I’m stuck on the image of the pastor who will supposedly step down if his finances are not in order in 2 months. What kind of message does that send to others who are trying to get things in order, yet can’t lick it in 8 short weeks? Am I a failure if I don’t eradicate by debt by some tidy date? If my garage is not cleaned out and organized by May 1st? I think not.

  • Thanks Kathy. Dispelling myths again!

    Some parts of my house are tried to be kept presentable – the living room, kitchen and the bathroom that visitors see…but much of the rest of it is cluttered, messy or dirty at ALL times. So what? Will you stop being my friend if I have a 8-inch pile of filing on the floor by my desk, if there is a mountain of laundry on my bed or dog hair on my carpet?

    My neighbor has a sign that says “Please excuse the mess, we live here.” Amen. When my kids are grown and gone I will keep a clean house. For now, I’m lucky to have (relatively) clean kids!

  • Anne Lamott 3:16 says, “Perfectionism means that you try desperately not to leave so much mess to clean up. But clutter and mess show us that life is being lived.” (Anne LaMott, pg. 28 of Bird by Bird)

  • “A clean house is a sign of a boring life.”

    That’s why I say, Hire a housecleaner.

    this message brought to you by Pam’s Cleaning Service, I Clean so You Don’t Have To!

    (great effin post!)

  • glenn – i think it’s a desk but i’m not entirely sure anymore it’s been so long!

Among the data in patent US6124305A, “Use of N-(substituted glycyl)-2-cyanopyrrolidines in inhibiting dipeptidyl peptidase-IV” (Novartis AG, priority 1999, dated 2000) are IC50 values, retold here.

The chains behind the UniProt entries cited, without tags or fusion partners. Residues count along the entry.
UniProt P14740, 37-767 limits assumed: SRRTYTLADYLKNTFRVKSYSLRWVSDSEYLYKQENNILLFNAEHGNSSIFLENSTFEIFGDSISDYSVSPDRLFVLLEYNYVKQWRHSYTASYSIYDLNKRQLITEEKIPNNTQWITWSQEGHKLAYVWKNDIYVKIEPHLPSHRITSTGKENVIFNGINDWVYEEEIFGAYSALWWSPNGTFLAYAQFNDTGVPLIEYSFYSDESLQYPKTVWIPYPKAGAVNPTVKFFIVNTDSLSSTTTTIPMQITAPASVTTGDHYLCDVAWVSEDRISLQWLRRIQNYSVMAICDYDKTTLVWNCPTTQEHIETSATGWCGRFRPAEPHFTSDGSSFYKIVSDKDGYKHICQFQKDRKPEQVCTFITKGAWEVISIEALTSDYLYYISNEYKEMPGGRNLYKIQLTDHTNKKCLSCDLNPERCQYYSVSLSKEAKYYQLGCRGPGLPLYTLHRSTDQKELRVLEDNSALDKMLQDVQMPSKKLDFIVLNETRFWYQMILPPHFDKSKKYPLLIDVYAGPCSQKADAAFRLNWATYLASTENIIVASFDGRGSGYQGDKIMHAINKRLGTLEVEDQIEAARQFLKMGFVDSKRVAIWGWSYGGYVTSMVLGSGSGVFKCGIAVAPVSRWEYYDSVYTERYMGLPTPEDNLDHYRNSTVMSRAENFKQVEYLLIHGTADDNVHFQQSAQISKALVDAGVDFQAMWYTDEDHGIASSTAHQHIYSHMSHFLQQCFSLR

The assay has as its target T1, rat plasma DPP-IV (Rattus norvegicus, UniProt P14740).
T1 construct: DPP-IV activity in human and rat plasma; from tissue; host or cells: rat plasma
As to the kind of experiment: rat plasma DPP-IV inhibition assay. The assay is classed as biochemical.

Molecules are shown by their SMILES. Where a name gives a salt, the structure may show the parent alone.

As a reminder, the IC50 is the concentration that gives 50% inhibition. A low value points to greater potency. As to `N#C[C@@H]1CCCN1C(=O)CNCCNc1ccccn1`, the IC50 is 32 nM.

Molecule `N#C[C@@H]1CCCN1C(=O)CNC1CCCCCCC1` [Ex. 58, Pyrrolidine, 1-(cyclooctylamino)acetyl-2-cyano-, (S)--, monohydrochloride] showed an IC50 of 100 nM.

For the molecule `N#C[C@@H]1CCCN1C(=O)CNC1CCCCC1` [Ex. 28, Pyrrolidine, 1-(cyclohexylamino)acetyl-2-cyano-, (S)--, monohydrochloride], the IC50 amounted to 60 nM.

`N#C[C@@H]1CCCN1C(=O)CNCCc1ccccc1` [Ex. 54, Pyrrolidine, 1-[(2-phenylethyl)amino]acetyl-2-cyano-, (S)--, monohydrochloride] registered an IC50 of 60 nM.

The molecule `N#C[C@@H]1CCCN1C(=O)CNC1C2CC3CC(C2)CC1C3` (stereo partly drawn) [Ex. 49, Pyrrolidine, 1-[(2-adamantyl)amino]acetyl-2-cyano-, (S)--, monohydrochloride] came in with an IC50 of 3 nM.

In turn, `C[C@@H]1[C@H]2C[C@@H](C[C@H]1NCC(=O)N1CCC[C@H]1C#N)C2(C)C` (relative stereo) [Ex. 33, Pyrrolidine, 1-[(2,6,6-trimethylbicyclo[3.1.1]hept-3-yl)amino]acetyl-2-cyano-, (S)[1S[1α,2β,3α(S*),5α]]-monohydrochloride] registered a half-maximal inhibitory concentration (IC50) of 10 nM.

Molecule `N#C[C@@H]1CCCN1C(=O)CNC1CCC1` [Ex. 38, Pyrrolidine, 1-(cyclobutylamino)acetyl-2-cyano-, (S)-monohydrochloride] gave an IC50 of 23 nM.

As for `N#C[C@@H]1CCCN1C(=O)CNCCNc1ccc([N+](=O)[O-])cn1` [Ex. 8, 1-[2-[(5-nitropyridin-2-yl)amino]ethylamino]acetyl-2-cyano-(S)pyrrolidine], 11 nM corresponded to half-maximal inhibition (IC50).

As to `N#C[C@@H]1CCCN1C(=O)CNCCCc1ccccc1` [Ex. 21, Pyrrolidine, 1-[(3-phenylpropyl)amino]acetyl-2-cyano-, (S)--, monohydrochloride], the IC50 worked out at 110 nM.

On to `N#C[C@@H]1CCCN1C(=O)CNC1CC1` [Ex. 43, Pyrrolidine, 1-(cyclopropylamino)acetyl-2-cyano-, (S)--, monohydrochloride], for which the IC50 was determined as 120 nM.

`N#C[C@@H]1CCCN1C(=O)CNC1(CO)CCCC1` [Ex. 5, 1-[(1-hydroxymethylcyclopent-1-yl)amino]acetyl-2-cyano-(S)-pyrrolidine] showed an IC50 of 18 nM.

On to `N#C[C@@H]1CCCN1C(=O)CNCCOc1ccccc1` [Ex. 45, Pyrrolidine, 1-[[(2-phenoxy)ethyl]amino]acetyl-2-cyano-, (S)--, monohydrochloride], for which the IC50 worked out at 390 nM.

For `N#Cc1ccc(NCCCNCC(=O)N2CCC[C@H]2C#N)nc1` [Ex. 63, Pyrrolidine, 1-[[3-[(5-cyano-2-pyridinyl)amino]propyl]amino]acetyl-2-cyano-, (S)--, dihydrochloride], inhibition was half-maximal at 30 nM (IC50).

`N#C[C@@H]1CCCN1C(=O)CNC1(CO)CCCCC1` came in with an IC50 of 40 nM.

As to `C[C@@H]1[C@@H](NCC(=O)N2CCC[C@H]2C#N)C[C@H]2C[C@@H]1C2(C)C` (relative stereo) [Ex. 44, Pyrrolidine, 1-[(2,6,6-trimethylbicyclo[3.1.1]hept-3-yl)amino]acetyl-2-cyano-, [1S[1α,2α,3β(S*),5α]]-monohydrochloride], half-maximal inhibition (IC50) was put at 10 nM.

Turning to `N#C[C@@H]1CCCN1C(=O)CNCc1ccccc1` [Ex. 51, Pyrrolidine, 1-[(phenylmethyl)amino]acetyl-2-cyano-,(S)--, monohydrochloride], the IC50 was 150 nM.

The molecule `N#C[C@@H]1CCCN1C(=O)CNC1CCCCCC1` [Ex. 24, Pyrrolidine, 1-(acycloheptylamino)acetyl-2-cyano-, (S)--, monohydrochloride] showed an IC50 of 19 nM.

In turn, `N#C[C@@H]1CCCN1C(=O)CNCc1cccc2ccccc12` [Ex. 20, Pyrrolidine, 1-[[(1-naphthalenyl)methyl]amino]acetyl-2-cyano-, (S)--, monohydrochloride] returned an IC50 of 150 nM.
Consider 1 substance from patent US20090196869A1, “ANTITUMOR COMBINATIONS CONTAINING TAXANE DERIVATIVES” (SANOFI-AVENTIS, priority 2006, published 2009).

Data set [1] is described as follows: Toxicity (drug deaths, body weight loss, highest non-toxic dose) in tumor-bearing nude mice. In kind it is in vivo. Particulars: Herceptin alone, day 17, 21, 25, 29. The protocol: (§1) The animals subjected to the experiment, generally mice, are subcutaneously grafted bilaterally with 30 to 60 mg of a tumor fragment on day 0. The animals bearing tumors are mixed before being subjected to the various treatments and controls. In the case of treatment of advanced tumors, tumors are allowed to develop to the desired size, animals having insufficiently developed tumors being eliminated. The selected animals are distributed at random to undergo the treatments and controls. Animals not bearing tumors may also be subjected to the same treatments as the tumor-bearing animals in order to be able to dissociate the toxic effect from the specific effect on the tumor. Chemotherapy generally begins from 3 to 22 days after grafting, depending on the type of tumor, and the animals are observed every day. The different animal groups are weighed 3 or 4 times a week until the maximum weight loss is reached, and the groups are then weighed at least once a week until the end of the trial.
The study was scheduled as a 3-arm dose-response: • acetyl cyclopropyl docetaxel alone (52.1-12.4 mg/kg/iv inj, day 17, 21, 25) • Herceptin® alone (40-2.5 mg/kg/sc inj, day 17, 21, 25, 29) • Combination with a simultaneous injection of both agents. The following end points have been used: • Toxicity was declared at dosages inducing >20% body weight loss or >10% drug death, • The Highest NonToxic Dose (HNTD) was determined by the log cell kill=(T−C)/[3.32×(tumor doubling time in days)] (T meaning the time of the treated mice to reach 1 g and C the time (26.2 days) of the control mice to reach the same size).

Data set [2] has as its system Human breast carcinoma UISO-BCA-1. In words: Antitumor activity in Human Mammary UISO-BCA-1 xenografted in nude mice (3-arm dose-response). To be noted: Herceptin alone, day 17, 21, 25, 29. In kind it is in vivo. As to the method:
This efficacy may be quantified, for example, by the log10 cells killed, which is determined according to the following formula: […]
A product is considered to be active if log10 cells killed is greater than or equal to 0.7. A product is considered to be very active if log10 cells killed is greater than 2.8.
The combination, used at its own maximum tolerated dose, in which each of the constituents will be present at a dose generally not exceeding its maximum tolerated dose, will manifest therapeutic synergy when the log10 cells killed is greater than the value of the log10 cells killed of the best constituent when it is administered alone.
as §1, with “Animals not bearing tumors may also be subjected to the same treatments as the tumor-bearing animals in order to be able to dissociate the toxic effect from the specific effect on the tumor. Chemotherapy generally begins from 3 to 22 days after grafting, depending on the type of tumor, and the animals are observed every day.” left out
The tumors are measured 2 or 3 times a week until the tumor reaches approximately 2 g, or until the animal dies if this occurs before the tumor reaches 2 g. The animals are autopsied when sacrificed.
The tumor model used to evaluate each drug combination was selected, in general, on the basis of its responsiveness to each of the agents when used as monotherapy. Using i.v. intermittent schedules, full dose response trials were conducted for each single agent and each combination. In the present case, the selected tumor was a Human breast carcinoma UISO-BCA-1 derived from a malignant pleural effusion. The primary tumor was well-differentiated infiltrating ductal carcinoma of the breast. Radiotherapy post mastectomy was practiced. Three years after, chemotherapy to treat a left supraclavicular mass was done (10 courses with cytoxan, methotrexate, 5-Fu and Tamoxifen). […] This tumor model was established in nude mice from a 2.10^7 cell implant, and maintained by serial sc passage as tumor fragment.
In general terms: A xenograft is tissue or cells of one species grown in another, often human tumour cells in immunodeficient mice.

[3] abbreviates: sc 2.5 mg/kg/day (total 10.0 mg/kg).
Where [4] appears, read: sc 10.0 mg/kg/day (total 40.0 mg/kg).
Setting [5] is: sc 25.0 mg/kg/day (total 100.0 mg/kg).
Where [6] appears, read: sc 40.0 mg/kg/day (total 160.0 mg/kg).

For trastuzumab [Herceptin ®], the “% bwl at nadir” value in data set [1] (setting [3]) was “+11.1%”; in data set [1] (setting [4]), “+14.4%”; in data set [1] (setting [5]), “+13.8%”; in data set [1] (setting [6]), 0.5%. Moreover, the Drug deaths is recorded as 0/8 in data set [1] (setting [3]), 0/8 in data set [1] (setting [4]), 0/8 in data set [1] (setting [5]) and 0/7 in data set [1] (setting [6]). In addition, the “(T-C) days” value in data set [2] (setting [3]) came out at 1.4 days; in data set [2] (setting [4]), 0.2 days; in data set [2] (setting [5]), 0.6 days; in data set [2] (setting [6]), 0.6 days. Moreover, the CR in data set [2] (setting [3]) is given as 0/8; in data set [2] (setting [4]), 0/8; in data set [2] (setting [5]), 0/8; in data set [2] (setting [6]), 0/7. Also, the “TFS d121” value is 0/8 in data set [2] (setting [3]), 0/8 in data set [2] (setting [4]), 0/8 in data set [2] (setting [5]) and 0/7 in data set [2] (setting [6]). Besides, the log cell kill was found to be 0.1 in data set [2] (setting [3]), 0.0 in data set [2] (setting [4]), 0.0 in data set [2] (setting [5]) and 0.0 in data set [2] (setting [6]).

jewlsintexas – it’s hard when we have learned to control for so long to let go! i can relate!

    amy – i know, i am so irritated by the thought of how simple life change seems to be for some. i think it’s a farce but who knows, maybe it’s possible for some??? not me, that’s for sure. it was great hanging out on sunday!

    erin – i agree, there are so many more important things than a clean house…relationships are always the priority and a lot harder to do than vacuum

    beth – anne lamott is my hero!!!

    pam – before 9/11 (when jose used to make a lot more money being a pilot) i had a lovely housecleaner who came every monday while i was in class and i have to admit, it was glory!

  • I definitely have the messy gene. My parents hoped that I would grow out of it, but here I am, 31 and still the same.

    You know you are messy when your two year old opens the coat closet, throws in his shoes and coat and then pushes the door closed with all his might to stop all the other shoes from falling out and then turns around with a beaming smile “I hung my coat and shoes” .